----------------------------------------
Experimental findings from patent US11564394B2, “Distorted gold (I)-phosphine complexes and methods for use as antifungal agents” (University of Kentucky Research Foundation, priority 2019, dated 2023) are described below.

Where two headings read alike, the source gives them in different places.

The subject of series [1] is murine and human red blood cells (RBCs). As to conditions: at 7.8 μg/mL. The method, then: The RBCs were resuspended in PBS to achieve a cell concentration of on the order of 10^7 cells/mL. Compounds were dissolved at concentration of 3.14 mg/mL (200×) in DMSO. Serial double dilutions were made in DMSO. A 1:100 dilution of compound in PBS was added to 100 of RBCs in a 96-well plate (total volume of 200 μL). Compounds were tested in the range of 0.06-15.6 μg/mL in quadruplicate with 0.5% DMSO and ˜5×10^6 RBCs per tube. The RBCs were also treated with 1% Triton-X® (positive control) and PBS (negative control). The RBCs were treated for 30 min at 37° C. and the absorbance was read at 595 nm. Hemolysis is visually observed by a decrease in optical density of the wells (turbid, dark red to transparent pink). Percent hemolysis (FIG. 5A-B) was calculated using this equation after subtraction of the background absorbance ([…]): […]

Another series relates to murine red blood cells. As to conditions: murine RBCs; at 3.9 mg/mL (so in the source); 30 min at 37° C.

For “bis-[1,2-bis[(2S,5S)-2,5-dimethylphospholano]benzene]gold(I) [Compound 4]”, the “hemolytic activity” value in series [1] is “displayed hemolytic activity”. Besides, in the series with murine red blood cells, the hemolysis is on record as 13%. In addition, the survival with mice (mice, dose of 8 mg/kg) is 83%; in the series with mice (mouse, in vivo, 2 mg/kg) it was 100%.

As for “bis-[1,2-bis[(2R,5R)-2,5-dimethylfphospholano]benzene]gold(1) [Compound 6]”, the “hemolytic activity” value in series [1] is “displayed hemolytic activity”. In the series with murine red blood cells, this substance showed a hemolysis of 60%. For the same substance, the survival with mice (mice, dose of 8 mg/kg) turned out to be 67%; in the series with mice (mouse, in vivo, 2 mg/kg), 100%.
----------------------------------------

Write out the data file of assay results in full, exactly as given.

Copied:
Experimental findings from patent US11564394B2, “Distorted gold (I)-phosphine complexes and methods for use as antifungal agents” (University of Kentucky Research Foundation, priority 2019, dated 2023) are described below.

Where two headings read alike, the source gives them in different places.

The subject of series [1] is murine and human red blood cells (RBCs). As to conditions: at 7.8 μg/mL. The method, then: The RBCs were resuspended in PBS to achieve a cell concentration of on the order of 10^7 cells/mL. Compounds were dissolved at concentration of 3.14 mg/mL (200×) in DMSO. Serial double dilutions were made in DMSO. A 1:100 dilution of compound in PBS was added to 100 of RBCs in a 96-well plate (total volume of 200 μL). Compounds were tested in the range of 0.06-15.6 μg/mL in quadruplicate with 0.5% DMSO and ˜5×10^6 RBCs per tube. The RBCs were also treated with 1% Triton-X® (positive control) and PBS (negative control). The RBCs were treated for 30 min at 37° C. and the absorbance was read at 595 nm. Hemolysis is visually observed by a decrease in optical density of the wells (turbid, dark red to transparent pink). Percent hemolysis (FIG. 5A-B) was calculated using this equation after subtraction of the background absorbance ([…]): […]

Another series relates to murine red blood cells. As to conditions: murine RBCs; at 3.9 mg/mL (so in the source); 30 min at 37° C.

For “bis-[1,2-bis[(2S,5S)-2,5-dimethylphospholano]benzene]gold(I) [Compound 4]”, the “hemolytic activity” value in series [1] is “displayed hemolytic activity”. Besides, in the series with murine red blood cells, the hemolysis is on record as 13%. In addition, the survival with mice (mice, dose of 8 mg/kg) is 83%; in the series with mice (mouse, in vivo, 2 mg/kg) it was 100%.

As for “bis-[1,2-bis[(2R,5R)-2,5-dimethylfphospholano]benzene]gold(1) [Compound 6]”, the “hemolytic activity” value in series [1] is “displayed hemolytic activity”. In the series with murine red blood cells, this substance showed a hemolysis of 60%. For the same substance, the survival with mice (mice, dose of 8 mg/kg) turned out to be 67%; in the series with mice (mouse, in vivo, 2 mg/kg), 100%.